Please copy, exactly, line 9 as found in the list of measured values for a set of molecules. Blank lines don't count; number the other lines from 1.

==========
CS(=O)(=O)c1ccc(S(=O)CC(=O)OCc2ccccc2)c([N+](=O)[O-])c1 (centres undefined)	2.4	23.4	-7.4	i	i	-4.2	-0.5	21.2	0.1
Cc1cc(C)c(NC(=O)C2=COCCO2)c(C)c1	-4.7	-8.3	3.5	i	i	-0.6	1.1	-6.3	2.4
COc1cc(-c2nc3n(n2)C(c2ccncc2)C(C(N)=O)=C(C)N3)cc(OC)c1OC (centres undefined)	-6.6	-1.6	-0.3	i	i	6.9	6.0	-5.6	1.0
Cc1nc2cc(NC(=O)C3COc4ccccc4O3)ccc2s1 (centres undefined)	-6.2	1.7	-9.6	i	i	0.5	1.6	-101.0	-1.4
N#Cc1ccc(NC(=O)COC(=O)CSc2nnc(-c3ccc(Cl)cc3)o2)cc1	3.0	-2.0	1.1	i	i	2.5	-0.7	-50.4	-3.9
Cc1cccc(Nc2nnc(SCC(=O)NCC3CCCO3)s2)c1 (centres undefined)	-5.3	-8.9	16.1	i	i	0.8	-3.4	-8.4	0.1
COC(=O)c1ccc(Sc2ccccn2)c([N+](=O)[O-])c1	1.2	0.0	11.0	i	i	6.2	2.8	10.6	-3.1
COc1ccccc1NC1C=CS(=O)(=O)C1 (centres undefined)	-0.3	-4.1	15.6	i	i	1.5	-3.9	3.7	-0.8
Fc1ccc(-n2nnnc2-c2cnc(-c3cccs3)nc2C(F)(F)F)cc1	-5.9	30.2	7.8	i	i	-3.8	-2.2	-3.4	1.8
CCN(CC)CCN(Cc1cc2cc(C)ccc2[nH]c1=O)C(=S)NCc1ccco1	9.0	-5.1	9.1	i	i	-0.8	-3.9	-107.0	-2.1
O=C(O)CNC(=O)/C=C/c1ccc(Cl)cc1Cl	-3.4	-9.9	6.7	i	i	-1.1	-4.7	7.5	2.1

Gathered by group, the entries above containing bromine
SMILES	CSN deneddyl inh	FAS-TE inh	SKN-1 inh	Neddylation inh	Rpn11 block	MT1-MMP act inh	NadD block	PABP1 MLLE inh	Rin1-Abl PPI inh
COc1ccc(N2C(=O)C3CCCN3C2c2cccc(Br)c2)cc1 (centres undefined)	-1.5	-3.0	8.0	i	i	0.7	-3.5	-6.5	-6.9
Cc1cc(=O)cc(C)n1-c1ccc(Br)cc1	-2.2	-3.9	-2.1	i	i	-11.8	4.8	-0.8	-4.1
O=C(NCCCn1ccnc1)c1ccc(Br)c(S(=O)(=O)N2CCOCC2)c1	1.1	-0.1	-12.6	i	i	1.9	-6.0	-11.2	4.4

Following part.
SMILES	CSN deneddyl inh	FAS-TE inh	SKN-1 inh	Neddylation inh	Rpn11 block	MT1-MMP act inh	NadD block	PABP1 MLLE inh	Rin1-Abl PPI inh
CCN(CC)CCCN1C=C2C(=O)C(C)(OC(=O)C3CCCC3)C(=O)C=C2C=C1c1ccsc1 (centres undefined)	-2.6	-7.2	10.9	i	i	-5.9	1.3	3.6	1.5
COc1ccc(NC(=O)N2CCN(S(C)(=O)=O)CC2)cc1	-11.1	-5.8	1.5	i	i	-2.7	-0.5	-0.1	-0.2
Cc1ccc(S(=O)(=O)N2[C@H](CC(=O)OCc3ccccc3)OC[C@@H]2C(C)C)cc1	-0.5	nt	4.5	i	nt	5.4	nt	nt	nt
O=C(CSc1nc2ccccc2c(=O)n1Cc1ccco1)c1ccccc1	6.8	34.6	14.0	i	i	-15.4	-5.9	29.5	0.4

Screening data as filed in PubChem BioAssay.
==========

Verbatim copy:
Fc1ccc(-n2nnnc2-c2cnc(-c3cccs3)nc2C(F)(F)F)cc1	-5.9	30.2	7.8	i	i	-3.8	-2.2	-3.4	1.8